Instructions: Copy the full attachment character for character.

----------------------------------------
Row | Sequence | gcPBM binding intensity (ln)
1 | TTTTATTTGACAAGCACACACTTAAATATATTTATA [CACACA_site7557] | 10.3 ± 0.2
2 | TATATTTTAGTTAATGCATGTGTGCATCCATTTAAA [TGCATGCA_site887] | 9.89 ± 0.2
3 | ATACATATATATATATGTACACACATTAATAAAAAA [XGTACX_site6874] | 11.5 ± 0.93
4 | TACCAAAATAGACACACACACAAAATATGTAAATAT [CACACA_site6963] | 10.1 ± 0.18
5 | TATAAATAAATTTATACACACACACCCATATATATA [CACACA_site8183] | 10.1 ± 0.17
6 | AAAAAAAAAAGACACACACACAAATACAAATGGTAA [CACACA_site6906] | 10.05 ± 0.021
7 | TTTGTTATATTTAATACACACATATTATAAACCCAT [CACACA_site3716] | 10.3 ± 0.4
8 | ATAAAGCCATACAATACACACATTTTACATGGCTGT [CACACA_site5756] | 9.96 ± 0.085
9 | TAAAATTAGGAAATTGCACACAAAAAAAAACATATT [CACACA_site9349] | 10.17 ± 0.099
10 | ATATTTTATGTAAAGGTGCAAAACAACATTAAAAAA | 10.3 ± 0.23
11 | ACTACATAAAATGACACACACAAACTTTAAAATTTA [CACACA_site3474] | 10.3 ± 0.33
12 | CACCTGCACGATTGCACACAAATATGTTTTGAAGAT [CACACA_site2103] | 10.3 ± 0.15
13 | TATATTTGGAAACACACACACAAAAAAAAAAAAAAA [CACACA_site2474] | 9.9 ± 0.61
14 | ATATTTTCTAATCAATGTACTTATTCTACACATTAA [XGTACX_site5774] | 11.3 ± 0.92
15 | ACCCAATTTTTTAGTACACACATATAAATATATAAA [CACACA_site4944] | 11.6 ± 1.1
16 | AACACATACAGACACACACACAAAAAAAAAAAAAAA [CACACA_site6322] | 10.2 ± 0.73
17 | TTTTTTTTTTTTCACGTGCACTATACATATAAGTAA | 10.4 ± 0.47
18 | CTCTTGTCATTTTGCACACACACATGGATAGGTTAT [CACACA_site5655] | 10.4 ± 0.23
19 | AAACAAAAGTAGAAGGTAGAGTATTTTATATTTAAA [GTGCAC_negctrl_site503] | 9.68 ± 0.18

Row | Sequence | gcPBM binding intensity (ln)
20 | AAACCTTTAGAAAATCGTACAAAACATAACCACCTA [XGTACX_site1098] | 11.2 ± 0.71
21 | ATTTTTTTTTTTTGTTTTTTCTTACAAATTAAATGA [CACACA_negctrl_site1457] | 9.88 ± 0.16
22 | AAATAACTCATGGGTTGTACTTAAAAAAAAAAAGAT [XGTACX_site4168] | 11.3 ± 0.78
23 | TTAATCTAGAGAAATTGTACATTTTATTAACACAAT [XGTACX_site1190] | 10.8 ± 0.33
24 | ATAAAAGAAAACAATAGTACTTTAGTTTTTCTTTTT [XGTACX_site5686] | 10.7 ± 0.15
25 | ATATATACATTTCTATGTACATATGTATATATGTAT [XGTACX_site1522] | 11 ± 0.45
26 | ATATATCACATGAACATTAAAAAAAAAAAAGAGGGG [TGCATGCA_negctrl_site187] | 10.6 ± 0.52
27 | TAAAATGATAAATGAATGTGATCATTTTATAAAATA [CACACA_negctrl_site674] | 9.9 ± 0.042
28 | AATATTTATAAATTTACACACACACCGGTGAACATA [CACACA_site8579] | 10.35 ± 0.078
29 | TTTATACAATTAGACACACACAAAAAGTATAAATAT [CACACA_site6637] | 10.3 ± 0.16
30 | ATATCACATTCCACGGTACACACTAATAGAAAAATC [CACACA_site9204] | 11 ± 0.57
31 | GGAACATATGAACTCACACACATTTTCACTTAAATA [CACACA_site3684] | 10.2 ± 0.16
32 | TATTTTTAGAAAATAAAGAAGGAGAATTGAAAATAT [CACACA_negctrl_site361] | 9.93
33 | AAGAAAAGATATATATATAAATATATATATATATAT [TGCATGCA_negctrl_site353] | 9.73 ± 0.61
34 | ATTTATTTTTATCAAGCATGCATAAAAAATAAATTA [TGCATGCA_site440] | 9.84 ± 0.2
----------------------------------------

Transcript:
Row | Sequence | gcPBM binding intensity (ln)
1 | TTTTATTTGACAAGCACACACTTAAATATATTTATA [CACACA_site7557] | 10.3 ± 0.2
2 | TATATTTTAGTTAATGCATGTGTGCATCCATTTAAA [TGCATGCA_site887] | 9.89 ± 0.2
3 | ATACATATATATATATGTACACACATTAATAAAAAA [XGTACX_site6874] | 11.5 ± 0.93
4 | TACCAAAATAGACACACACACAAAATATGTAAATAT [CACACA_site6963] | 10.1 ± 0.18
5 | TATAAATAAATTTATACACACACACCCATATATATA [CACACA_site8183] | 10.1 ± 0.17
6 | AAAAAAAAAAGACACACACACAAATACAAATGGTAA [CACACA_site6906] | 10.05 ± 0.021
7 | TTTGTTATATTTAATACACACATATTATAAACCCAT [CACACA_site3716] | 10.3 ± 0.4
8 | ATAAAGCCATACAATACACACATTTTACATGGCTGT [CACACA_site5756] | 9.96 ± 0.085
9 | TAAAATTAGGAAATTGCACACAAAAAAAAACATATT [CACACA_site9349] | 10.17 ± 0.099
10 | ATATTTTATGTAAAGGTGCAAAACAACATTAAAAAA | 10.3 ± 0.23
11 | ACTACATAAAATGACACACACAAACTTTAAAATTTA [CACACA_site3474] | 10.3 ± 0.33
12 | CACCTGCACGATTGCACACAAATATGTTTTGAAGAT [CACACA_site2103] | 10.3 ± 0.15
13 | TATATTTGGAAACACACACACAAAAAAAAAAAAAAA [CACACA_site2474] | 9.9 ± 0.61
14 | ATATTTTCTAATCAATGTACTTATTCTACACATTAA [XGTACX_site5774] | 11.3 ± 0.92
15 | ACCCAATTTTTTAGTACACACATATAAATATATAAA [CACACA_site4944] | 11.6 ± 1.1
16 | AACACATACAGACACACACACAAAAAAAAAAAAAAA [CACACA_site6322] | 10.2 ± 0.73
17 | TTTTTTTTTTTTCACGTGCACTATACATATAAGTAA | 10.4 ± 0.47
18 | CTCTTGTCATTTTGCACACACACATGGATAGGTTAT [CACACA_site5655] | 10.4 ± 0.23
19 | AAACAAAAGTAGAAGGTAGAGTATTTTATATTTAAA [GTGCAC_negctrl_site503] | 9.68 ± 0.18

Row | Sequence | gcPBM binding intensity (ln)
20 | AAACCTTTAGAAAATCGTACAAAACATAACCACCTA [XGTACX_site1098] | 11.2 ± 0.71
21 | ATTTTTTTTTTTTGTTTTTTCTTACAAATTAAATGA [CACACA_negctrl_site1457] | 9.88 ± 0.16
22 | AAATAACTCATGGGTTGTACTTAAAAAAAAAAAGAT [XGTACX_site4168] | 11.3 ± 0.78
23 | TTAATCTAGAGAAATTGTACATTTTATTAACACAAT [XGTACX_site1190] | 10.8 ± 0.33
24 | ATAAAAGAAAACAATAGTACTTTAGTTTTTCTTTTT [XGTACX_site5686] | 10.7 ± 0.15
25 | ATATATACATTTCTATGTACATATGTATATATGTAT [XGTACX_site1522] | 11 ± 0.45
26 | ATATATCACATGAACATTAAAAAAAAAAAAGAGGGG [TGCATGCA_negctrl_site187] | 10.6 ± 0.52
27 | TAAAATGATAAATGAATGTGATCATTTTATAAAATA [CACACA_negctrl_site674] | 9.9 ± 0.042
28 | AATATTTATAAATTTACACACACACCGGTGAACATA [CACACA_site8579] | 10.35 ± 0.078
29 | TTTATACAATTAGACACACACAAAAAGTATAAATAT [CACACA_site6637] | 10.3 ± 0.16
30 | ATATCACATTCCACGGTACACACTAATAGAAAAATC [CACACA_site9204] | 11 ± 0.57
31 | GGAACATATGAACTCACACACATTTTCACTTAAATA [CACACA_site3684] | 10.2 ± 0.16
32 | TATTTTTAGAAAATAAAGAAGGAGAATTGAAAATAT [CACACA_negctrl_site361] | 9.93
33 | AAGAAAAGATATATATATAAATATATATATATATAT [TGCATGCA_negctrl_site353] | 9.73 ± 0.61
34 | ATTTATTTTTATCAAGCATGCATAAAAAATAAATTA [TGCATGCA_site440] | 9.84 ± 0.2